Summer Dreaming: Who will win Executive of the Year in 2017-18?

Summer Dreaming: 2017-18 Executive of the Year
Danny Ainge, Boston Celtics president of basketball operations, smiles as he addresses reporters at the team's training facility in Waltham, Mass. The Celtics won the NBA draft lottery, capitalizing on a trade they made with the Brooklyn Nets four years ago. (AP Photo/Charles Krupa)

By Fran Blinebury, NBA.com

Everybody has their roles. Players play. Coaches coach. But before anybody can get out onto the floor to make shots, grab rebounds and chase down loose balls, somebody has to put the team together and, hopefully, keep things moving forward with a solid, consistent organizational goal.

It’s summertime, when the lion’s share of the work is done and there has been plenty of heaving lifting this offseason. So that has prompted us to begin our annual Summer Dreaming Series, where we get way ahead of the calendar and pick our 2018 NBA award winners, beginning with our top choices for Executive of the Year.

Daryl Morey, Houston Rockets

No, he hasn’t yet won a championship and has been to the conference finals only once. But there comes a time when you have to admire the sheer relentlessness of the guy. Each time his Rockets come up short in the playoffs, Morey dives back into the pool head-first and keeps churning. Putting big man Dwight Howard alongside James Harden didn’t work? No problem. Bring in Mike D’Antoni as coach and let Harden go it alone for 55 wins. When that’s still not enough, pull the lever on the trade machine until Chris Paul falls out. And he’s still in there pitching for Carmelo Anthony. What the Rockets -- thanks to the admirable philosophy of outgoing owner Leslie Alexander -- don’t do is tank. Don’t underestimate the second-tier moves of P.J. Tucker and Luc Mbah A Moute for defense. While many other organizations have thrown up their hands at the Golden State juggernaut, Morey fearlessly keeps the Rockets in pursuit.

Danny Ainge, Boston Celtics

He ignored all of the talk and the prodding that said he should have been much more pro-active peddling those lottery picks, focused on his primary goal and landed the prime free-agent target of Gordon Hayward to fit into the lineup that’s been systematically assembled. It was a bonus that Hayward’s old college coach, Brad Stevens, is calling the shots on the bench. Ainge was shrewd enough to identify Stevens as one of the best young minds in the game and locked him into place long before that. Ainge turned the No. 1 pick in the Draft into Jayson Tatum, the player he wanted all along at No. 3 and added an additional first round pick in 2018. He couldn’t swing a deal for Paul George. But in a summer when things are showing signs of unraveling in Cleveland, Ainge took another step closer to ruling the East.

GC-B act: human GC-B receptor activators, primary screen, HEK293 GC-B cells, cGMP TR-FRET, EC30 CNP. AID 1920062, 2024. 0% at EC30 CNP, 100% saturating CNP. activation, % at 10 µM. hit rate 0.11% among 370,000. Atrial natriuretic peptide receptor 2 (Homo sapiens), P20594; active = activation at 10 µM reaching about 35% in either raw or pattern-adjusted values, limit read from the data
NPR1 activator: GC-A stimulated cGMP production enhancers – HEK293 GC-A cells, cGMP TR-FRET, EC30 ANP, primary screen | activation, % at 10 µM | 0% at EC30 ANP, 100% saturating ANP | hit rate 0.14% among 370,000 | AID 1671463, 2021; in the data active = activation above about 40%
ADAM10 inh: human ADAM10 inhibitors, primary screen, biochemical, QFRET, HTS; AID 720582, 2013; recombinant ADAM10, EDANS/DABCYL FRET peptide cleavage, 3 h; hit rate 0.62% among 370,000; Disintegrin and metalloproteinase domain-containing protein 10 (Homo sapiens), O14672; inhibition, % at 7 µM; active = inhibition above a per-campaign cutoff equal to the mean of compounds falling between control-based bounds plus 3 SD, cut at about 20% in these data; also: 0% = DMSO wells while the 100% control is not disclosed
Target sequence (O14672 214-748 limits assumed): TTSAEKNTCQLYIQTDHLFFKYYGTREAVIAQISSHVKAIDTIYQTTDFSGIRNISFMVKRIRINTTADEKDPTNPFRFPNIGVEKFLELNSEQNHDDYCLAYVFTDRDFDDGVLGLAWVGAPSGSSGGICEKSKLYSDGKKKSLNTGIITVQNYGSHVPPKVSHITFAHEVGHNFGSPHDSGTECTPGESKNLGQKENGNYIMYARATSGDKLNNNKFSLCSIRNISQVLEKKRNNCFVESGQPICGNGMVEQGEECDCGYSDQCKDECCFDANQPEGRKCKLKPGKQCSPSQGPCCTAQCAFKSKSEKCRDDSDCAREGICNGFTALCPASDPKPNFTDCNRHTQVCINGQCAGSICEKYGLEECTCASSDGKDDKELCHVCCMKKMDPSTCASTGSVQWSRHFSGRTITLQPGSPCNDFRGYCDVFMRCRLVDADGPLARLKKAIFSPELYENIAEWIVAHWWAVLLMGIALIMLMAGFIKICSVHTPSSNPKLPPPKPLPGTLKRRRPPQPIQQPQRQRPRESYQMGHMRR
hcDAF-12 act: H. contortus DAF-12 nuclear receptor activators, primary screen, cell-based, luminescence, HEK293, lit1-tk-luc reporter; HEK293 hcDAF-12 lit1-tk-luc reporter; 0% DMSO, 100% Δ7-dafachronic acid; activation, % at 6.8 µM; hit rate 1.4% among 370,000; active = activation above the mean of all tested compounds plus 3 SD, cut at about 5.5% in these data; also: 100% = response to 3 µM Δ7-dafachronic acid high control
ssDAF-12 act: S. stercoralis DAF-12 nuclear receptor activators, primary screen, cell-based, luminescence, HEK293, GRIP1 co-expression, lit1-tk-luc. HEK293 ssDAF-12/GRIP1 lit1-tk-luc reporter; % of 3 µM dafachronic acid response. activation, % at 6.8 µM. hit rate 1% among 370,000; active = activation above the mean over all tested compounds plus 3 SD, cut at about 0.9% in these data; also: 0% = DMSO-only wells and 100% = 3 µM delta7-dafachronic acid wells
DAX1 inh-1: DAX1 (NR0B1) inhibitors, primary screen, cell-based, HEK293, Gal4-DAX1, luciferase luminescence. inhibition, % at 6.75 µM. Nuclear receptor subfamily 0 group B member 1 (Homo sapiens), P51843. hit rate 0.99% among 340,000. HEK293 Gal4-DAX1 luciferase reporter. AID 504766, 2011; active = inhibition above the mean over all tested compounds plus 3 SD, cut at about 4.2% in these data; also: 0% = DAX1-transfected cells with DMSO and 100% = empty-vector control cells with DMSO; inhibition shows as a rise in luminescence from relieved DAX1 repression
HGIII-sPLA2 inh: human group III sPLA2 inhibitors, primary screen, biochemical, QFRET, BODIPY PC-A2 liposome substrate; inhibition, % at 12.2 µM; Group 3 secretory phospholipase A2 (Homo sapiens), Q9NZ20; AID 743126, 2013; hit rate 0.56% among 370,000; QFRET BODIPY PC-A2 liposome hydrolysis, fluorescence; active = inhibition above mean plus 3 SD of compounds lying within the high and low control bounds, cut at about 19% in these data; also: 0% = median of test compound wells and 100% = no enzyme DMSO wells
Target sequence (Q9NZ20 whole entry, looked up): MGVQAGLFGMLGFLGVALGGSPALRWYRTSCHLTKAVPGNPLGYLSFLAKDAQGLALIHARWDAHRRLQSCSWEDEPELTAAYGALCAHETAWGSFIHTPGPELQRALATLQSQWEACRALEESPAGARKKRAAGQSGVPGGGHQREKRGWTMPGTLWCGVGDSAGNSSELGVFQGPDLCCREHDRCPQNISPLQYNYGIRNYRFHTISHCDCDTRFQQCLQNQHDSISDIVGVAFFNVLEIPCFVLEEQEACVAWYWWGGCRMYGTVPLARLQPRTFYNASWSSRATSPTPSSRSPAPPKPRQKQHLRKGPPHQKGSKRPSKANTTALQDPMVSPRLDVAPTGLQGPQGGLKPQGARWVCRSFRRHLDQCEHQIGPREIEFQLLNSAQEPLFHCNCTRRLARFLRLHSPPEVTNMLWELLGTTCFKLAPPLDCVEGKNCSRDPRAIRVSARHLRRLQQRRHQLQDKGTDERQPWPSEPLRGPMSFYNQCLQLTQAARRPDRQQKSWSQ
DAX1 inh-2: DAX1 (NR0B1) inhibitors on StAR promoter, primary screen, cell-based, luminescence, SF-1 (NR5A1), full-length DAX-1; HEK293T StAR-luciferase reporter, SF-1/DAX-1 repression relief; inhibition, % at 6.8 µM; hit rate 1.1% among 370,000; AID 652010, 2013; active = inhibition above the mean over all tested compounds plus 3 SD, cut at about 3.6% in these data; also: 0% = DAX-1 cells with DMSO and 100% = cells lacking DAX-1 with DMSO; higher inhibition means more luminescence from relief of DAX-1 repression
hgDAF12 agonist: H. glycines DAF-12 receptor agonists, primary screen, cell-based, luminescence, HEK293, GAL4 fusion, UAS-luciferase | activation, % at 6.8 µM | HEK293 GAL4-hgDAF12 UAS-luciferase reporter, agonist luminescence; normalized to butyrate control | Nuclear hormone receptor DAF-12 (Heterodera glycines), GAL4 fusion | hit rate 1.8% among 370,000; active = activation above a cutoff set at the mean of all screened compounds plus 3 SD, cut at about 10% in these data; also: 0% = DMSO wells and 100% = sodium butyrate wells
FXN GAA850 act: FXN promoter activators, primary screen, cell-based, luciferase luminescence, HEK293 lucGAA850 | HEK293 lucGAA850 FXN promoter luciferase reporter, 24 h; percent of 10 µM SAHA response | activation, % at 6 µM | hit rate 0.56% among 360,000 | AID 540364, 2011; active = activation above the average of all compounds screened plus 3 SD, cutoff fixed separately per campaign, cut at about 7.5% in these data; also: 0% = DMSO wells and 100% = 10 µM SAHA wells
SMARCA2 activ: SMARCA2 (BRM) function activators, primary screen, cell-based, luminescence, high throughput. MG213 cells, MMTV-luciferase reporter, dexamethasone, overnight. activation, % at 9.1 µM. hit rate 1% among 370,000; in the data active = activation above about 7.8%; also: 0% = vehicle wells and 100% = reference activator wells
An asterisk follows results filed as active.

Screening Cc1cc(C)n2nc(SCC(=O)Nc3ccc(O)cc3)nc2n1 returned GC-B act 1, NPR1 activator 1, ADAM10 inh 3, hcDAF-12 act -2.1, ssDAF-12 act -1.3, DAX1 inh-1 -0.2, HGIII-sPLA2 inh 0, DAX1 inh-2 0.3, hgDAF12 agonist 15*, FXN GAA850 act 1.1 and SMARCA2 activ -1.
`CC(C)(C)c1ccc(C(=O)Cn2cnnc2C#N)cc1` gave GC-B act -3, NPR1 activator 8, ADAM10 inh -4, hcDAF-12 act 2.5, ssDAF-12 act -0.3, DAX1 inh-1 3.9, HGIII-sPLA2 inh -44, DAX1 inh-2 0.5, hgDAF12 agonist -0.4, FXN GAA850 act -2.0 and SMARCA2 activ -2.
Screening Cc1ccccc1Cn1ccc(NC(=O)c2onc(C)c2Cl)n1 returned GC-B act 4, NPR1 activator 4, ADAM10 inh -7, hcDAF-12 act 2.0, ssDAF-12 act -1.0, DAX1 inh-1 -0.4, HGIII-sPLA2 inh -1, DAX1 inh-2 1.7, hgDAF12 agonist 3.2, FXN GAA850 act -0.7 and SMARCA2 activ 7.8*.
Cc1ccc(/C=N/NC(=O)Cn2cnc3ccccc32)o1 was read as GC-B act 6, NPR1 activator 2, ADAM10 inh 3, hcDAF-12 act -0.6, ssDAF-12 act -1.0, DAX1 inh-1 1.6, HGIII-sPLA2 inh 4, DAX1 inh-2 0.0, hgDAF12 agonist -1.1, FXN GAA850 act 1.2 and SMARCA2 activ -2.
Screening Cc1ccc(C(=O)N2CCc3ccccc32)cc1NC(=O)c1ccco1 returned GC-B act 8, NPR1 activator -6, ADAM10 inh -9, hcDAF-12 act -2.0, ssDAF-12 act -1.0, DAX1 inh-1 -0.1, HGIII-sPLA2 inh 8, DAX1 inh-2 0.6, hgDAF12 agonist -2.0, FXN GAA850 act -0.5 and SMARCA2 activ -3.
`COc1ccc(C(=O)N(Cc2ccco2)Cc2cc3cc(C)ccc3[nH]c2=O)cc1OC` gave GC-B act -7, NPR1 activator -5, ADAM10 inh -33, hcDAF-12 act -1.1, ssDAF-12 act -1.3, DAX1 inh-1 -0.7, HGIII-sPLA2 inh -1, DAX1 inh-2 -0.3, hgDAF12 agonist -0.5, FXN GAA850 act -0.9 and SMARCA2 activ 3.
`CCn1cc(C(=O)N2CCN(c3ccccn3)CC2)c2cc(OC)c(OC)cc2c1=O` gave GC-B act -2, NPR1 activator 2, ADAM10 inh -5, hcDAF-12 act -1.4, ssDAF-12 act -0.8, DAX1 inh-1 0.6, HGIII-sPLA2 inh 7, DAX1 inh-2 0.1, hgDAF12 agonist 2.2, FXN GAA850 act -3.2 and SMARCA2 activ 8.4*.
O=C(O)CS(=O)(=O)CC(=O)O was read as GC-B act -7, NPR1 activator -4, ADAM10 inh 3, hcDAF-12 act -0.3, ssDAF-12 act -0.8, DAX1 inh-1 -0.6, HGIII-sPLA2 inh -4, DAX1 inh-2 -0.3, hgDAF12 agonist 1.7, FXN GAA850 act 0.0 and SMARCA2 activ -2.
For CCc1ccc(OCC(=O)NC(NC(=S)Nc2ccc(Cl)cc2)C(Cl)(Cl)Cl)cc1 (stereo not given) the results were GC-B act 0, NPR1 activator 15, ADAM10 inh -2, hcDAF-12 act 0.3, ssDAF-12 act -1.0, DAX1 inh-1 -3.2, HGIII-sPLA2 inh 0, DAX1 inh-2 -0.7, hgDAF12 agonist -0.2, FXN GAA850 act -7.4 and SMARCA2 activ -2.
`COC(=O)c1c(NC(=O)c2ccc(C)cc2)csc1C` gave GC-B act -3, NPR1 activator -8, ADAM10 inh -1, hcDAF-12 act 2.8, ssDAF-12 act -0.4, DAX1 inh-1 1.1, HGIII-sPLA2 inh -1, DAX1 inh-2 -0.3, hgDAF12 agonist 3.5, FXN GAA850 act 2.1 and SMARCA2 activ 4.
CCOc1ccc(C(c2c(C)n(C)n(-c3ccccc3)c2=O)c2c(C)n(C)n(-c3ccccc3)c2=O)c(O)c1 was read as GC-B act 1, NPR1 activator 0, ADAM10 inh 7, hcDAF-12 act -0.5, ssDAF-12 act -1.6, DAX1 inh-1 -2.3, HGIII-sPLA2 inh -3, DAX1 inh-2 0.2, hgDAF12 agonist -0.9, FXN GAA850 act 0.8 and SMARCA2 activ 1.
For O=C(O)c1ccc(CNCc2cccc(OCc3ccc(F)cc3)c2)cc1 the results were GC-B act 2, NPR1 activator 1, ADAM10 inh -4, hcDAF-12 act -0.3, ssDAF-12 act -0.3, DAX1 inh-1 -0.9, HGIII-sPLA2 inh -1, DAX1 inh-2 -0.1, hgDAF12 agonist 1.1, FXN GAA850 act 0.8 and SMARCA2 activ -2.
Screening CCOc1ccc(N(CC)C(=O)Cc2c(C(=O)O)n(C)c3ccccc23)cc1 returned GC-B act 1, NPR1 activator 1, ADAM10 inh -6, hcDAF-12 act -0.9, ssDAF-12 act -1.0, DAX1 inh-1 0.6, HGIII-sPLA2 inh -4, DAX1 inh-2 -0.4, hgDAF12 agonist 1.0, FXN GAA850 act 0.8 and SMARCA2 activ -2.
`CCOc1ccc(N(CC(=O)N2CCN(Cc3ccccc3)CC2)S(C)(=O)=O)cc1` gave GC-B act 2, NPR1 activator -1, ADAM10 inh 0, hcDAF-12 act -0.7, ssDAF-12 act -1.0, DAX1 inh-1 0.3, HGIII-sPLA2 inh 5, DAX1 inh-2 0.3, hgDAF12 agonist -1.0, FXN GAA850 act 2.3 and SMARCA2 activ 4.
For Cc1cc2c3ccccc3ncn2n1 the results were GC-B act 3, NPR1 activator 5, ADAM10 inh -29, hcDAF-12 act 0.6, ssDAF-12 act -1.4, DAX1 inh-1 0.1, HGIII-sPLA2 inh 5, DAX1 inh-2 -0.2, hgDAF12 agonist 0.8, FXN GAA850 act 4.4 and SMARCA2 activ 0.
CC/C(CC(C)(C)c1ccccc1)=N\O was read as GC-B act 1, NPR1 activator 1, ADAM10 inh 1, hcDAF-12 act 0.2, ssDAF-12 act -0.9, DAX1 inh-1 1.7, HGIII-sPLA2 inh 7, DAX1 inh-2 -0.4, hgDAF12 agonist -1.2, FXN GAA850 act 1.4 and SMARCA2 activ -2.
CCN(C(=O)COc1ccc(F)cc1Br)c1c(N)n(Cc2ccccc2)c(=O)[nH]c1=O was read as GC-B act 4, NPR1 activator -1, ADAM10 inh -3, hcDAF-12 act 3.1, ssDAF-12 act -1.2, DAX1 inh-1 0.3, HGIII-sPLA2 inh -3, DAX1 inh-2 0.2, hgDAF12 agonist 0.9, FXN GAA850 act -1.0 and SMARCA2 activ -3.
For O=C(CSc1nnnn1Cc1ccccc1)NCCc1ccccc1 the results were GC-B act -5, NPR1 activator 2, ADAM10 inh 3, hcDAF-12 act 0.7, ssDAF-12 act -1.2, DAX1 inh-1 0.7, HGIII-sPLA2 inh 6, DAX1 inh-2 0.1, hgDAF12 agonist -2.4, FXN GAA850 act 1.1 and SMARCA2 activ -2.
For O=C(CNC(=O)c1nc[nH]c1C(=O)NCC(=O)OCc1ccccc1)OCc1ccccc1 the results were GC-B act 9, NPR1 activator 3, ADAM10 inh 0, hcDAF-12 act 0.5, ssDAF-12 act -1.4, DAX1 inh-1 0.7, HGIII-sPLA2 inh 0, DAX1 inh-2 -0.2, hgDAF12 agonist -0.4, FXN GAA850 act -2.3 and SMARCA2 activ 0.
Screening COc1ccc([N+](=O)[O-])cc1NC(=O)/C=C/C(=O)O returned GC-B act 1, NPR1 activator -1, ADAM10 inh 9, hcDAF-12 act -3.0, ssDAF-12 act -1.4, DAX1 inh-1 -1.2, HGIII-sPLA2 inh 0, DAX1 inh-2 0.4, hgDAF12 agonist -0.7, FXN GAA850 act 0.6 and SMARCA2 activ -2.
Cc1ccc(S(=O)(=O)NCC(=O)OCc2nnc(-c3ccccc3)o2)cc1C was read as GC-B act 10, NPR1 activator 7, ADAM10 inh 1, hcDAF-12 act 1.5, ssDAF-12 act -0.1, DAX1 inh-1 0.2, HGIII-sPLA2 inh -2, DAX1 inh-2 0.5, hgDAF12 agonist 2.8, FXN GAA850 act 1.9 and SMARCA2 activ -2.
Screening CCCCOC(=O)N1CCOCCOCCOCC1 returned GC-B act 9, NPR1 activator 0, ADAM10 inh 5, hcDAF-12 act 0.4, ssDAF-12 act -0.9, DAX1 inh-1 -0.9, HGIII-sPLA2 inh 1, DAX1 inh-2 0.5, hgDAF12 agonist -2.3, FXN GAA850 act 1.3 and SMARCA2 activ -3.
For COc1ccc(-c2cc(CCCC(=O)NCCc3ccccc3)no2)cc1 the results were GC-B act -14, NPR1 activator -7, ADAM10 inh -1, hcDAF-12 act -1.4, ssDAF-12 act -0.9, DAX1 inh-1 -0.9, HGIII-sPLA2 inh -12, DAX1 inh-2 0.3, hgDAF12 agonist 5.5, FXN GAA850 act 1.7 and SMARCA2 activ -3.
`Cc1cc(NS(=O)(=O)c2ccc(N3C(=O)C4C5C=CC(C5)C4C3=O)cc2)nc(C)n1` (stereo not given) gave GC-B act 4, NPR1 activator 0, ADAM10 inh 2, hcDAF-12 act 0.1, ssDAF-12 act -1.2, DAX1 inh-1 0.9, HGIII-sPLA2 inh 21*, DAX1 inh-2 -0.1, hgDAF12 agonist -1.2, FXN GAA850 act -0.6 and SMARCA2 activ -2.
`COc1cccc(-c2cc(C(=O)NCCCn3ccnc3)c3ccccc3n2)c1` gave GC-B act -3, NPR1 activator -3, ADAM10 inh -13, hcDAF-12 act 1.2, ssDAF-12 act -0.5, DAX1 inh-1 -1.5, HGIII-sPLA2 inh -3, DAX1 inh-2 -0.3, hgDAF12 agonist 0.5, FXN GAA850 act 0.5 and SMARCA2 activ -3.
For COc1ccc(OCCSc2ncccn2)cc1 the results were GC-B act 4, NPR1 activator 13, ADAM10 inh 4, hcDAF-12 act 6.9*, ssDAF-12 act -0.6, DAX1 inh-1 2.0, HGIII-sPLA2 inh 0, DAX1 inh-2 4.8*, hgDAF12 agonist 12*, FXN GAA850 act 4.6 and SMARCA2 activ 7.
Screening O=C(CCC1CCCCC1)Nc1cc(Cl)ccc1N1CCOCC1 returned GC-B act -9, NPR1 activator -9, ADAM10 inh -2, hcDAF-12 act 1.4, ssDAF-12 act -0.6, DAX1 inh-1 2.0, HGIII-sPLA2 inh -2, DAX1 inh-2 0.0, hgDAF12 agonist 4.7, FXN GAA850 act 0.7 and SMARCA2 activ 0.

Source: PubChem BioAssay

Bob Myers, Golden State Warriors

What was left to do after a 67-win regular season, a 16-1 romp through the playoffs and a second championship in three seasons for the Warriors? Well, keep them all happy and together, of course. That’s not as easy as it sounds when it comes to professional egos (see: Irving, Kyrie; Cavaliers, Cleveland).  After giving Stephen Curry the moon in the form of a $201-million deal, Myers worked the numbers with Finals MVP Kevin Durant to come up with a less-than-max deal that enabled the Golden State to re-sign it’s top two reserves: Andre Iguodala and Shaun Livingston. Omri Casspi was an under-the-radar pickup for the bench and you have to give Myers props just for the sheer fun of adding Nick “Swaggy P” Young to the fun bunch.

Magic Johnson, Los Angeles Lakers

He’s already won three MVP awards and five championships. So would putting the broken pieces of the Lakers franchise back together actually be the greatest Magic trick of all? Based on Summer League, the Lakers icon is off to a roaring start with Lonzo Ball. Pair him with second-year forward Brandon Ingram and there’s something to work with for the president of basketball operations who wants to “call the shots.” A move up to respectability would be an achievement. Reports and results say he isn’t shy about making moves and that nifty maneuver that unloaded the ugly contract of Timofey Mozgov for Brook Lopez and Kyle Kuzma was a winner. Now if only Magic could make Luol Deng’s deal disappear. Not much risk at all in the Kentavious Caldwell-Pope signing. Of course, the real heavy lifting comes next summer when he tries to work the Magic touch on LeBron James, Paul George and maybe Russell Westbrook.

Sam Presti, Oklahoma City Thunder

That’s right. The guy that watched the best player in the history of his franchise lead the Warriors to the 2017 championship makes the list. Because he’s bold. He’s daring. He doesn’t dwell on misfortune or prior moves that didn’t pan out. Just when the prime contenders in Cleveland and Boston were circling around Paul George, along came Presti to swoop in and grab him up for a song. Sure, it’s a huge one-year gamble. But free agents don’t often choose to go to OKC and this was Presti’s chance to add another an elite player on the roster alongside reigning Kia MVP winner Russell Westbrook and then spend a year teaching him about the Thunder way with a long-shot chance to keep him. And the price was quite reasonable. Victor Oladipo has not lived up to his billing in the NBA and second-year man Domantas Sabonis is still all potential. It was a home run swing to admire.

Fran Blinebury has covered the NBA since 1977. You can e-mail him here, find his archive here and follow him on Twitter.

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